Spiking type symbolSpiking type name

RSRegular spiking
IBIntrinsically bursting
CHChattering
FSFast spiking
LSTLow-threshold spiking

To model the different behaviors of different cell types in the cortex, we used Izhikevich’s neuron model, which is expressed mathematically through the use of the following nonlinear dynamical equations [23].

There is a reset condition: where and are dimensionless variables, with representing the membrane potential and representing the membrane recovery variable.

The Izhikevich model is capable of expressing different firing types due to chance in the parameter values; so for a large-scale model of the cortex, it provides a suitable model of neuron behavior. Equations (2) and (3) include also other parameters (, and ); these parameters are responsible on giving the spike its characteristic shape and can be found in Table 2 for each spiking type.


Spiking type symbolValues of parameters

RS0.02/ms0.2/ms
IB0.02/ms0.2/ms
CH0.02/ms0.2/ms
FS0.05/ms0.2/ms
LST0.1/ms0.25/ms

3. Creating the Cortical Layers

As we mentioned previously, the cortical brain neurons can be classified functionally to excitatory and inhibitory neurons. The distribution of these two different functional groups of cells is 80% excitatory and 20% inhibitory [25]. In the cortex model which we proposed, the excitatory cells are pyramidal and spiny cells, and their distribution with the spiking type is illustrated in Table 3, according to the level considered. The cortex also has two types of inhibitory cells which are called GABA cells due to the effective neurotransmitter. Like excitatory neurons, they are also distributed in all six layers [16]; the way they are considered in the proposed model is illustrated in Table 3. From Tables 3 and 4, we can see that the percentage of excitatory and inhibitory neurons considered in the model matches the human cortex [25].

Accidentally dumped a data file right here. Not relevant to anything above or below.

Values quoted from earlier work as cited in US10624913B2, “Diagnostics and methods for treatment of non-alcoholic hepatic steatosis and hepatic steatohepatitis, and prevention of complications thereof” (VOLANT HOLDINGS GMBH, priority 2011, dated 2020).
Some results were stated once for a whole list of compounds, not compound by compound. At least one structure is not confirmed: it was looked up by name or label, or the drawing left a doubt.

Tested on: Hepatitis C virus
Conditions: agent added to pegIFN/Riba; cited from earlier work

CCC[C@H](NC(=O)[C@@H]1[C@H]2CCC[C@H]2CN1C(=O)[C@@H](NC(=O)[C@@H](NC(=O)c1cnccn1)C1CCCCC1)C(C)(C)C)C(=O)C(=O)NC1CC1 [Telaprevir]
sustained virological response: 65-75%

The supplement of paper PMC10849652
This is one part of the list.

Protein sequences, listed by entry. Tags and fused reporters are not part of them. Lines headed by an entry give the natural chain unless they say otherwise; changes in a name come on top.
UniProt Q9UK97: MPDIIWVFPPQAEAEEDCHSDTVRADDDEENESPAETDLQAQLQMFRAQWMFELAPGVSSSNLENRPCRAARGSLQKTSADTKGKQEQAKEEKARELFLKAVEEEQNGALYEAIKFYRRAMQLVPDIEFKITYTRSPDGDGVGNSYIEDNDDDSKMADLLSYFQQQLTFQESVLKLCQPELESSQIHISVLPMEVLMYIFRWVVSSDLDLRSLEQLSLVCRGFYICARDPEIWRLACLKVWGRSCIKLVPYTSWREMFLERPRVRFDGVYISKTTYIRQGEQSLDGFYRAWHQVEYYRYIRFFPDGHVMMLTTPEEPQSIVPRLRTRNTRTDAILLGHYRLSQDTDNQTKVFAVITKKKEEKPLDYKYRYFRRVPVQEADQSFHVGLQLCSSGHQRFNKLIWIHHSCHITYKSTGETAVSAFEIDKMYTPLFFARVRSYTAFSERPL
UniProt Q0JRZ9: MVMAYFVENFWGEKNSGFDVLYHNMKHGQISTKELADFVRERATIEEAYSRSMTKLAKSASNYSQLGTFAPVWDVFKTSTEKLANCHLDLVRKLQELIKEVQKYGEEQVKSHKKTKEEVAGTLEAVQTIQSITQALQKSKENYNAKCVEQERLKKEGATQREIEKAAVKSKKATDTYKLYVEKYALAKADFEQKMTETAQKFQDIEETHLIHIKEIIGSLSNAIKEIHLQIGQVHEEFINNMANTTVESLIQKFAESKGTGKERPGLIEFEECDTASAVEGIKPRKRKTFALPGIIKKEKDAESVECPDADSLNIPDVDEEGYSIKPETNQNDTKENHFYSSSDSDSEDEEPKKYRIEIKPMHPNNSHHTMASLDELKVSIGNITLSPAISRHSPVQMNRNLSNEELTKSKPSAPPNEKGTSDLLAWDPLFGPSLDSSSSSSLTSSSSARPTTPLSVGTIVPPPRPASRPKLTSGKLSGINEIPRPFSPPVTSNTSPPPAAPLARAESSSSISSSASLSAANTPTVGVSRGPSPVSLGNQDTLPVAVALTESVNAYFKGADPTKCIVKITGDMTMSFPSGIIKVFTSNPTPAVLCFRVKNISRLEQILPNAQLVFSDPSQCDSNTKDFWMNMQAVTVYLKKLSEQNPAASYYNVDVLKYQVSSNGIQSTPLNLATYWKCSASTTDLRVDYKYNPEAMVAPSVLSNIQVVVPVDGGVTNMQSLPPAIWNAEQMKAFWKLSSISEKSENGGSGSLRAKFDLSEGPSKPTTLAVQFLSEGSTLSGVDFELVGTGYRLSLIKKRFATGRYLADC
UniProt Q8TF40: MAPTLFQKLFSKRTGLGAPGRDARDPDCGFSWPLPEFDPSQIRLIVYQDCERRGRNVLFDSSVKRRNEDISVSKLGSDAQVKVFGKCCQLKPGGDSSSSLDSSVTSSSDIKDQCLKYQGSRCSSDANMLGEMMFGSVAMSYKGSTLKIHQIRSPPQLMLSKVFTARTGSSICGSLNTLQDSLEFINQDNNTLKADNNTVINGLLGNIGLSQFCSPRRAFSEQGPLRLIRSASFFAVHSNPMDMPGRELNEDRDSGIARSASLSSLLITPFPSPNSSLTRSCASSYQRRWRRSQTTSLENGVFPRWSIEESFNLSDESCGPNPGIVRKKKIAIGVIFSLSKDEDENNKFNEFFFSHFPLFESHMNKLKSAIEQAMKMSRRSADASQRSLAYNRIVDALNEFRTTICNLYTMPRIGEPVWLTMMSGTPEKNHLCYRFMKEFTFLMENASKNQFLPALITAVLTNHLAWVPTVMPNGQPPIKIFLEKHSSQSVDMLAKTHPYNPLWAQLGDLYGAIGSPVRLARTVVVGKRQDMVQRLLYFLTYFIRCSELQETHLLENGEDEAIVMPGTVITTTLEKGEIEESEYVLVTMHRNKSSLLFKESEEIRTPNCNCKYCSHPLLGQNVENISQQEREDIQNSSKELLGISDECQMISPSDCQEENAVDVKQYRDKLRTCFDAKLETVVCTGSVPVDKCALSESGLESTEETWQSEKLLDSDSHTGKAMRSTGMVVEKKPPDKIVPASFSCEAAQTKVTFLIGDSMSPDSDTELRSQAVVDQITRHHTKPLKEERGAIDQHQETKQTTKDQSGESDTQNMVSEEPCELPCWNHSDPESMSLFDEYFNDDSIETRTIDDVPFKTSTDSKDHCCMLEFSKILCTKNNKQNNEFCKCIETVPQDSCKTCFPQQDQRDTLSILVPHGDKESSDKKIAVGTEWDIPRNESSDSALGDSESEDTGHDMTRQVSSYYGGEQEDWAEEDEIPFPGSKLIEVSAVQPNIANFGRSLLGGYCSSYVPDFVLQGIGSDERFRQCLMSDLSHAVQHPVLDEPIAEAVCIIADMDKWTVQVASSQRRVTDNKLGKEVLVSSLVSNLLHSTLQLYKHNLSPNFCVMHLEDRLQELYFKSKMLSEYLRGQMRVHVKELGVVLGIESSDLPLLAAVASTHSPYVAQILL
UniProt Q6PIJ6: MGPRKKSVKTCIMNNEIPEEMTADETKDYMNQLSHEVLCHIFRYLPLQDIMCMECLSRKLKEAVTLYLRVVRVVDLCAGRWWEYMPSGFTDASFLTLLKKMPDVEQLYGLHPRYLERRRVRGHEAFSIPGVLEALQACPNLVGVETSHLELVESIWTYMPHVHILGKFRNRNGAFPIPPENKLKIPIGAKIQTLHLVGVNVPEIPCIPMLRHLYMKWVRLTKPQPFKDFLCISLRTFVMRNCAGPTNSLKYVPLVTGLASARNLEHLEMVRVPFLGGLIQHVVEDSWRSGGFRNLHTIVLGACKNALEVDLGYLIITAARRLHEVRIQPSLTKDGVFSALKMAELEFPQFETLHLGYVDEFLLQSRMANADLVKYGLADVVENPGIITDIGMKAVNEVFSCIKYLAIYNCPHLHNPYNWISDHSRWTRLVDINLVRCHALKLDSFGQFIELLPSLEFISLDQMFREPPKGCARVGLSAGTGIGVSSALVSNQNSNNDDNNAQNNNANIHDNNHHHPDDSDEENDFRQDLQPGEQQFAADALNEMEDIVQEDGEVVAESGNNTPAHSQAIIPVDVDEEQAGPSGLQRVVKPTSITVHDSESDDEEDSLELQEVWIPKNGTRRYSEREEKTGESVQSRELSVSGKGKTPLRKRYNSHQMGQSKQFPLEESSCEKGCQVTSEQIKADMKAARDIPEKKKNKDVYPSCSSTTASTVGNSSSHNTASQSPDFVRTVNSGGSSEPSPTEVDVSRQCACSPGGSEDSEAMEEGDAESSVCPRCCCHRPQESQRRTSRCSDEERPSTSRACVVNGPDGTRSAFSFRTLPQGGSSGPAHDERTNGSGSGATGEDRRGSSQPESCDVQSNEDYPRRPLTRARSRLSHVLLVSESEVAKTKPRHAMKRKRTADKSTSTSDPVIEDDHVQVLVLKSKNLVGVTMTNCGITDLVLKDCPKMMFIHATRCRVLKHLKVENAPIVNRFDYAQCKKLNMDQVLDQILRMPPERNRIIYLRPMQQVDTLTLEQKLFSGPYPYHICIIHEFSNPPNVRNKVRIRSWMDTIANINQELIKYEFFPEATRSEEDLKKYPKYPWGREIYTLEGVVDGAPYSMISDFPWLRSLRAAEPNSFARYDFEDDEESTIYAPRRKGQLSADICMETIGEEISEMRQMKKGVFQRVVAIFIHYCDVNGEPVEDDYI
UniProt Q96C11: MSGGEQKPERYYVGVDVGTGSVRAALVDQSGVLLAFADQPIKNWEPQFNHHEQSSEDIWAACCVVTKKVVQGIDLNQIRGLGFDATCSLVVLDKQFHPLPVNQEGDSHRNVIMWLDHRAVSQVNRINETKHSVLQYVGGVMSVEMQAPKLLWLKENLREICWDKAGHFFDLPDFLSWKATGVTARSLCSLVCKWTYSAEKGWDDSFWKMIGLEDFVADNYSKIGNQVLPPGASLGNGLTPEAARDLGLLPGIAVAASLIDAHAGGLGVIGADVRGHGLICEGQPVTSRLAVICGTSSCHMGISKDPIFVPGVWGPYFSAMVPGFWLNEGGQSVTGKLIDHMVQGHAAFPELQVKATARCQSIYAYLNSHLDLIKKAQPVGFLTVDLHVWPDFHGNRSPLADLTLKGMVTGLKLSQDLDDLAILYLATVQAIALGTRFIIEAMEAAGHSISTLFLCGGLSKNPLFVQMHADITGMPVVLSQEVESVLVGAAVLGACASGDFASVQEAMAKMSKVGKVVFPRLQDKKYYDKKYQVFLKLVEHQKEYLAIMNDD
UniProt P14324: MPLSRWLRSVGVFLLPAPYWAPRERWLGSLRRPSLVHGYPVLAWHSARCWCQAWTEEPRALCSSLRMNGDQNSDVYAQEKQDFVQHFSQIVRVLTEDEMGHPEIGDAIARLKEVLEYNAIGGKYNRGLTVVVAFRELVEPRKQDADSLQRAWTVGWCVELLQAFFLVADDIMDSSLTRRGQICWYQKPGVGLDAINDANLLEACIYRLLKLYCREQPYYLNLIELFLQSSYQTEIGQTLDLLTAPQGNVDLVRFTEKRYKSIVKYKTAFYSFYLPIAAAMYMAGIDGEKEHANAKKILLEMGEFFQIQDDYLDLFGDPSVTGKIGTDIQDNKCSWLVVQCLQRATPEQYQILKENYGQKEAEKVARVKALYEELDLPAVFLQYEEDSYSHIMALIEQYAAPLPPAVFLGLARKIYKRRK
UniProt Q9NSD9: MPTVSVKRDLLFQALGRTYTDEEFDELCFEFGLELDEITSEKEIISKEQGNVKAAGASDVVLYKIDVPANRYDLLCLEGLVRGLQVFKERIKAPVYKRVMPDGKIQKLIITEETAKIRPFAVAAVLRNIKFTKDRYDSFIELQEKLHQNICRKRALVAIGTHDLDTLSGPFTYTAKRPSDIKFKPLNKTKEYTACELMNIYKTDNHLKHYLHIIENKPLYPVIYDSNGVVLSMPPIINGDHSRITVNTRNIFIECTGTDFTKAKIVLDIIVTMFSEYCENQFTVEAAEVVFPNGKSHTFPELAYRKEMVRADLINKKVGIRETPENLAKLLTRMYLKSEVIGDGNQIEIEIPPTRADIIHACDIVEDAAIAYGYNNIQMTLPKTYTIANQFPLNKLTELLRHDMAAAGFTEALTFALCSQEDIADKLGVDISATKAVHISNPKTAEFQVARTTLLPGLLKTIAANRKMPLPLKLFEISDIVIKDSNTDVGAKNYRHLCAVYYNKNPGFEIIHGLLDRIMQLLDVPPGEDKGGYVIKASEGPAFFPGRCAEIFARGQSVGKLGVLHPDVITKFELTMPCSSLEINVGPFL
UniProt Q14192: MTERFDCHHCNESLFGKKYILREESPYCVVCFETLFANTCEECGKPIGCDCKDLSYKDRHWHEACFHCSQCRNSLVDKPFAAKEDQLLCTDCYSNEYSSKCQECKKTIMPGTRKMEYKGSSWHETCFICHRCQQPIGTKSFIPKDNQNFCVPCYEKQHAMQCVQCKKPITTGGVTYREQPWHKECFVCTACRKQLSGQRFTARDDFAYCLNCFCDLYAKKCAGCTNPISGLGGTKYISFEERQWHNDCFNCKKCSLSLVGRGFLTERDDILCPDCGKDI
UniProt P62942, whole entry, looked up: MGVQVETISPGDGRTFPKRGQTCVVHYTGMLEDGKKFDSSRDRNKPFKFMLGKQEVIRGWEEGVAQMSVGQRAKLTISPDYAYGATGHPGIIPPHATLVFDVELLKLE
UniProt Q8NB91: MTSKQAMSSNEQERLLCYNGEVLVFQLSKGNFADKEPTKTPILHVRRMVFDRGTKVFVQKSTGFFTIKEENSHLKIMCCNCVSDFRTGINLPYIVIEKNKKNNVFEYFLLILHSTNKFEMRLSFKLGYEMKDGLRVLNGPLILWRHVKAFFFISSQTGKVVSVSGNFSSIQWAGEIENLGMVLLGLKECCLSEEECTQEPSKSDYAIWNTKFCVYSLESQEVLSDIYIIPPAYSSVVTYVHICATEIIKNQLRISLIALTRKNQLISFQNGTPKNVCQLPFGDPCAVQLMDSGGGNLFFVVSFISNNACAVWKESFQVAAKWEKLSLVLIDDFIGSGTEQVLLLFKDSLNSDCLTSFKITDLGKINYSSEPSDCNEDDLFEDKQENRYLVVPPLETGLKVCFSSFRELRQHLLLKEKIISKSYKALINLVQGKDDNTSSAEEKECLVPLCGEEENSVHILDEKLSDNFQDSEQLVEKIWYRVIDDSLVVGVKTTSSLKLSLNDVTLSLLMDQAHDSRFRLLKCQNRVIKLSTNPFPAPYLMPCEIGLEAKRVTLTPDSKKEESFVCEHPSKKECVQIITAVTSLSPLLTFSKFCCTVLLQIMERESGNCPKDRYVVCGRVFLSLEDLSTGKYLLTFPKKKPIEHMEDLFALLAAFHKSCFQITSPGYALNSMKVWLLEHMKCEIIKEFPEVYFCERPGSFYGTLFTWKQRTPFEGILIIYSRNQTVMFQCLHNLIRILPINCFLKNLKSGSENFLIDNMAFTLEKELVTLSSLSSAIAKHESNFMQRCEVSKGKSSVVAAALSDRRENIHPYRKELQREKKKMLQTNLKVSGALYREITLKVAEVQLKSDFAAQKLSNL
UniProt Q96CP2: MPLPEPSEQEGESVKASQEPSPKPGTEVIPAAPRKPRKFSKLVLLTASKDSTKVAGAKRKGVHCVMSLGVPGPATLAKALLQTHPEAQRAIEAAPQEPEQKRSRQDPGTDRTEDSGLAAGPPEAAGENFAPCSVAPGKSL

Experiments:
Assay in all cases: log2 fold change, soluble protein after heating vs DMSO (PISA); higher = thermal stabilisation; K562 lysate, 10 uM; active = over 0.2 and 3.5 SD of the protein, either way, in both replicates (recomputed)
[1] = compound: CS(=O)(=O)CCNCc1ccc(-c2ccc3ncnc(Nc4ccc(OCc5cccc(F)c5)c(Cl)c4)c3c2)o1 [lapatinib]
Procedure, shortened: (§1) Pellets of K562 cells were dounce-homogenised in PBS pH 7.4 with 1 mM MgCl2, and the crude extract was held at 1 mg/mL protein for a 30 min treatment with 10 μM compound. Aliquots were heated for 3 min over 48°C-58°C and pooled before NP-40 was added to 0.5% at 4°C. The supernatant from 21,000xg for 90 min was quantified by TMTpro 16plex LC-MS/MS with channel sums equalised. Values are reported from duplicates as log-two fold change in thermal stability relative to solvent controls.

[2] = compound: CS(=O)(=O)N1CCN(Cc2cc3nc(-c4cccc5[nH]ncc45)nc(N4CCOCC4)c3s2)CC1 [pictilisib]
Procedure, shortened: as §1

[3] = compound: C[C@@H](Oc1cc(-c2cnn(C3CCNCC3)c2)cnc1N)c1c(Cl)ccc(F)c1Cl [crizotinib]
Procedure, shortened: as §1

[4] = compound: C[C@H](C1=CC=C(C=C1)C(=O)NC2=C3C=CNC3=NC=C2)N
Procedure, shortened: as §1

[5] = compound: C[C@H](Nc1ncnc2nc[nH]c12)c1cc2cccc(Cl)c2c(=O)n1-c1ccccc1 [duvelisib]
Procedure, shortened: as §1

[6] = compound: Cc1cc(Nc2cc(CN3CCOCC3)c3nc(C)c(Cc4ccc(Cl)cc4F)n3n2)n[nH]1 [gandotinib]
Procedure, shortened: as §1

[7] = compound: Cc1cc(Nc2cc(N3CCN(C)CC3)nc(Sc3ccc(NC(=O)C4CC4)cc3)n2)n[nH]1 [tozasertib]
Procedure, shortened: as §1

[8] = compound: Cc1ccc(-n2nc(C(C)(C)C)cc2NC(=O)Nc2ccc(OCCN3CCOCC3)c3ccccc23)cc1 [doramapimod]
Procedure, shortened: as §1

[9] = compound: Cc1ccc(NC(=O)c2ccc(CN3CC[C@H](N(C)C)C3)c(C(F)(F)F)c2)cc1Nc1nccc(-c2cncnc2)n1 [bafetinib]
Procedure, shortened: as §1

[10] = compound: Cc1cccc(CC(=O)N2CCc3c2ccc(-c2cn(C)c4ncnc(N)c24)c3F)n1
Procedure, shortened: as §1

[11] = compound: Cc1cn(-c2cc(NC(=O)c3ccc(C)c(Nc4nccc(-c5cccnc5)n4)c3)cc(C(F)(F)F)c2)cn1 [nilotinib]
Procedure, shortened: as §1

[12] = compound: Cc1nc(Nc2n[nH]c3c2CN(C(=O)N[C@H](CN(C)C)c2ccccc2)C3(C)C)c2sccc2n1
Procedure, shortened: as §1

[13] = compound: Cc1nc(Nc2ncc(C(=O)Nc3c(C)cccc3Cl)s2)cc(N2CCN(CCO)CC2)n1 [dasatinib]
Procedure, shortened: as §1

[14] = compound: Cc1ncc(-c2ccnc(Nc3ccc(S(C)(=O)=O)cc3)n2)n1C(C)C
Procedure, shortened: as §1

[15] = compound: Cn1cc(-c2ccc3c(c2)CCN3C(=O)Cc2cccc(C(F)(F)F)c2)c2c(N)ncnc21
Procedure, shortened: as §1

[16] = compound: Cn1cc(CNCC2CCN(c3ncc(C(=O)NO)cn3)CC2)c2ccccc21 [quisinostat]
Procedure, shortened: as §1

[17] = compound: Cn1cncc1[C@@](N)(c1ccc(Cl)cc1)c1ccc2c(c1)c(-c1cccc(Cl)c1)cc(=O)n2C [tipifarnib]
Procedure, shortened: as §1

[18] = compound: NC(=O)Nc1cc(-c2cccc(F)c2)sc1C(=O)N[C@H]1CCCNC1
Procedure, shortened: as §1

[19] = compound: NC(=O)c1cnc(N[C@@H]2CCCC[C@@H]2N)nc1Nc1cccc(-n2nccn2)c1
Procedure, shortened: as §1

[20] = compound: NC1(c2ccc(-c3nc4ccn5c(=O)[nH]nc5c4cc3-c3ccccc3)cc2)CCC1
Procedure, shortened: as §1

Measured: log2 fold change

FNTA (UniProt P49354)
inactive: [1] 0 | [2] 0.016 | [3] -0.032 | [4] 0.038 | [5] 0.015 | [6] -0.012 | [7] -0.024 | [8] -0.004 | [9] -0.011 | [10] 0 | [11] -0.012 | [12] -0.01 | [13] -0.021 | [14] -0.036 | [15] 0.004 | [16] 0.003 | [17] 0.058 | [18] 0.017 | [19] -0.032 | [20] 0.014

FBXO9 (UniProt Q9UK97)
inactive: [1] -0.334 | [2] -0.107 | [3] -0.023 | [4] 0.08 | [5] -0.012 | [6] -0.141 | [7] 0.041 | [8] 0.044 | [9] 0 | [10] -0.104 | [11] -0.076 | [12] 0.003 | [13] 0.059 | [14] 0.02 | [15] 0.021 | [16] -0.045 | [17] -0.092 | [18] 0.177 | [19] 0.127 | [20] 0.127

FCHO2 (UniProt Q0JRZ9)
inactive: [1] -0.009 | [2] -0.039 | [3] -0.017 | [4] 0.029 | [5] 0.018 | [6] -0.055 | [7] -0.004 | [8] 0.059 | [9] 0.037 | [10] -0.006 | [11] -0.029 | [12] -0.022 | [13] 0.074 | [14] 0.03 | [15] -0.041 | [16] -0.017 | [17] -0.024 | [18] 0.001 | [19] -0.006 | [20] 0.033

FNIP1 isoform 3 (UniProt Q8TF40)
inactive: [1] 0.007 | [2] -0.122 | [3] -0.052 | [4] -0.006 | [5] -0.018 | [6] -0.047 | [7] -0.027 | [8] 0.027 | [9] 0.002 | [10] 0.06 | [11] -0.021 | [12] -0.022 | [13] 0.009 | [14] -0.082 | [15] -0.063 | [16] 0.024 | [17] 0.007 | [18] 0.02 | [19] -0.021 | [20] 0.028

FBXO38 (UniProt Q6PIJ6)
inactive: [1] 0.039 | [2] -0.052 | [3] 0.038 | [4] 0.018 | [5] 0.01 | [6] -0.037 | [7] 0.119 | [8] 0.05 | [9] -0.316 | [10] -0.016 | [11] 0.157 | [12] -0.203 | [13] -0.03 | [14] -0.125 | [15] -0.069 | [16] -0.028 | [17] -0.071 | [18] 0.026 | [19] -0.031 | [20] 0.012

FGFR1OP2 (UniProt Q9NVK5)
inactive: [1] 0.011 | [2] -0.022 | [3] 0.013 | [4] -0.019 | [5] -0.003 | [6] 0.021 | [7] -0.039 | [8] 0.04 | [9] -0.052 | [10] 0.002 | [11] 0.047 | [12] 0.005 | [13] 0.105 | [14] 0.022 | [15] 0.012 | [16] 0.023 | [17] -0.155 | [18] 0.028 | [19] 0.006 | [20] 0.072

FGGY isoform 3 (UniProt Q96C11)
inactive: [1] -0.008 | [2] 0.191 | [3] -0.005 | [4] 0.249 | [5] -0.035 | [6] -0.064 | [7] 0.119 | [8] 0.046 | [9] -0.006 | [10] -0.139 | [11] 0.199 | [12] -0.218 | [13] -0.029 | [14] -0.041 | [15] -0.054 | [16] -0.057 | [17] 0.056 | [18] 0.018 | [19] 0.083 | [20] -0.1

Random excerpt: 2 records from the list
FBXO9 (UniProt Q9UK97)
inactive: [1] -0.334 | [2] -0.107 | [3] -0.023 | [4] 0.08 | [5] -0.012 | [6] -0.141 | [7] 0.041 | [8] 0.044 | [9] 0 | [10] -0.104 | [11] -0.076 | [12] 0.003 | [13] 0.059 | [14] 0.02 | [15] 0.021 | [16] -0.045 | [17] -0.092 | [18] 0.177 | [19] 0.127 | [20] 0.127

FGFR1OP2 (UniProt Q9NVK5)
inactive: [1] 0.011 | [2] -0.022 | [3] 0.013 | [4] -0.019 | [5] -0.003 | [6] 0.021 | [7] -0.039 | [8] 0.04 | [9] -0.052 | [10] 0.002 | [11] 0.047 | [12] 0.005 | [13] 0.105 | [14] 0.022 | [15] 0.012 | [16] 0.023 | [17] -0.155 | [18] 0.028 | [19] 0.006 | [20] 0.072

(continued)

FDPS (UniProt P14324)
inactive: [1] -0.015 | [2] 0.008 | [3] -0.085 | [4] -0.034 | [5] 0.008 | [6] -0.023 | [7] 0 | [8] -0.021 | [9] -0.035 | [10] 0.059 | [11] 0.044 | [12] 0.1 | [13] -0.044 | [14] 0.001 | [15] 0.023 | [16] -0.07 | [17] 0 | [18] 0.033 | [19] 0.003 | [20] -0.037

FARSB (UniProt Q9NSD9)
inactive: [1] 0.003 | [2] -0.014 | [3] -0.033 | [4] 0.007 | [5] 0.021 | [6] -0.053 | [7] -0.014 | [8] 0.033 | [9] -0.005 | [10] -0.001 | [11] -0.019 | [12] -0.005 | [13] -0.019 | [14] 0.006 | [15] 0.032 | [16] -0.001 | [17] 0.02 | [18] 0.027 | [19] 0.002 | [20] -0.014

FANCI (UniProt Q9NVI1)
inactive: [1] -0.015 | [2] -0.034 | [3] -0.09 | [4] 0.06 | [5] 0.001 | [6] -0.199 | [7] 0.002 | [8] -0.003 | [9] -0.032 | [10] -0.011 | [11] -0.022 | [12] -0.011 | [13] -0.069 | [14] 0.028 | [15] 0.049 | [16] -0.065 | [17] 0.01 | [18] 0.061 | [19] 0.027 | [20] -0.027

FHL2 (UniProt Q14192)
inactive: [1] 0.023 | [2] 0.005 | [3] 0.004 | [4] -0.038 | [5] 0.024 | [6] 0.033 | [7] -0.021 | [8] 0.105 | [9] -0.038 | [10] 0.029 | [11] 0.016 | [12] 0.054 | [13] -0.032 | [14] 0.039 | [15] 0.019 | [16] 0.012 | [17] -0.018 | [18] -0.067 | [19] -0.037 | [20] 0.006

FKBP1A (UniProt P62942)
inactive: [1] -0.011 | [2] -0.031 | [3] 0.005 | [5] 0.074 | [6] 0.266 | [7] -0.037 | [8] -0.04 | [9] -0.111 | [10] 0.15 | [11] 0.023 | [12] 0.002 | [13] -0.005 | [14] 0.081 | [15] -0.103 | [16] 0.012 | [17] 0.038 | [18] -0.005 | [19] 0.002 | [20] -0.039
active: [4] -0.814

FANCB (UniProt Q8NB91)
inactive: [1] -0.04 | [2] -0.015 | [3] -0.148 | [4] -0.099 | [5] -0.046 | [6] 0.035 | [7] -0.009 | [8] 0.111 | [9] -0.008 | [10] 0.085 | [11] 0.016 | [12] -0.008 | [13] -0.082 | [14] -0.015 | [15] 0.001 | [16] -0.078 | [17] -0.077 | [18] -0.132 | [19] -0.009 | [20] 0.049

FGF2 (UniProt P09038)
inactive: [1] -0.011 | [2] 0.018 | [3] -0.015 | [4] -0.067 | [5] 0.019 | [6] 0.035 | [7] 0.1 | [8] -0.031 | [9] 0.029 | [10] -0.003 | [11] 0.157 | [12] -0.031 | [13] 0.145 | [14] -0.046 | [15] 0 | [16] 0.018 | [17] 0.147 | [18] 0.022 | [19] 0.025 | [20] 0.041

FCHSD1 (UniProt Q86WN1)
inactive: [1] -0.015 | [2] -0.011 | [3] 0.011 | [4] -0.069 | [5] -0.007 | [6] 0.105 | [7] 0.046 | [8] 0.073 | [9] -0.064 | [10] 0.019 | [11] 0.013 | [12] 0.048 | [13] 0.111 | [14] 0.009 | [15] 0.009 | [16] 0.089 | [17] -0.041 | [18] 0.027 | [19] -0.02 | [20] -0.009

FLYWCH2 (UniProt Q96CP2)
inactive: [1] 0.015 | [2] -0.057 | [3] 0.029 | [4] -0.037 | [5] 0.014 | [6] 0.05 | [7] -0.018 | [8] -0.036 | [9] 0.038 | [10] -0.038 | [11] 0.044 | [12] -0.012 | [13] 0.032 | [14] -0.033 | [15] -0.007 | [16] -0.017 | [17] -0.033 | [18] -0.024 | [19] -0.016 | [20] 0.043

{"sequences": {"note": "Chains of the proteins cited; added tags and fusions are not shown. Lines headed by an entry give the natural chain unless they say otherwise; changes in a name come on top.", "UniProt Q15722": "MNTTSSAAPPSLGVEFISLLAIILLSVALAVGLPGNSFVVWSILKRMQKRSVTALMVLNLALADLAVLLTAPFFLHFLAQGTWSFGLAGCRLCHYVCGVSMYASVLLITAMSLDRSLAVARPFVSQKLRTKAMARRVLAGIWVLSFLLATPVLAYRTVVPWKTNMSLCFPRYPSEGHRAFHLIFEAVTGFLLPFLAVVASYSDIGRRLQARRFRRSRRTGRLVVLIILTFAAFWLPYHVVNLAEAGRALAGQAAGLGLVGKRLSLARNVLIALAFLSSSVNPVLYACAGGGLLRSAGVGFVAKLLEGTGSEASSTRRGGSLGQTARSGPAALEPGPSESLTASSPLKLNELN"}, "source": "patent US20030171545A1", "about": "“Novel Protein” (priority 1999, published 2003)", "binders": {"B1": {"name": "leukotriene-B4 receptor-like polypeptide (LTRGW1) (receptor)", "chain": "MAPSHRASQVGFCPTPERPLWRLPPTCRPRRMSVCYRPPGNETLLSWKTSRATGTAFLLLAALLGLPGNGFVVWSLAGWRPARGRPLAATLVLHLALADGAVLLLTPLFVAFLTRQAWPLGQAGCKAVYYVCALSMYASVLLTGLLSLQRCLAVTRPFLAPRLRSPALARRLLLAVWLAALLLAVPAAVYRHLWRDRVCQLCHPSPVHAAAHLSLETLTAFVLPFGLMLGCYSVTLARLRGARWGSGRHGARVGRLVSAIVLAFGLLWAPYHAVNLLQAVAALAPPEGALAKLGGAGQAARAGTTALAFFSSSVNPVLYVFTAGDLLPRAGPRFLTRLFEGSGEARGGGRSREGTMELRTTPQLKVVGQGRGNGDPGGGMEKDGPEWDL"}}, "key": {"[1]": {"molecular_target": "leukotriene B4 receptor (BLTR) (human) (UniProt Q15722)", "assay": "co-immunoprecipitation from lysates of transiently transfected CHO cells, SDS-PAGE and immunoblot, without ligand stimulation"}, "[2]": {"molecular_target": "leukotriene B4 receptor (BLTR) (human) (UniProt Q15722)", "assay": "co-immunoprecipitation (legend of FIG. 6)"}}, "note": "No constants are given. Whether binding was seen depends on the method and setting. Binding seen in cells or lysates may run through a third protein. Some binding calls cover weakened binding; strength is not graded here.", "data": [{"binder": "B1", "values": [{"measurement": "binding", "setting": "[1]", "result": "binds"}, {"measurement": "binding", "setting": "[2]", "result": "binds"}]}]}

Type of neuronsExistence in the cortexActual number of neurons used in our modelPercentage of existenceSpiking type

Pyramidal cellsL2/3250025%RS
Pyramidal cellsL4100010%RS
Pyramidal cellsL2/35005%CH
Pyramidal cellsL5/61001%IB
Pyramidal cellsL4140014%CH
Pyramidal cellsL5/65005%IB
Spiny cellsL4100010%RS
Spiny cellsL2/3100010%RS
Total number of all excitatory neurons800080%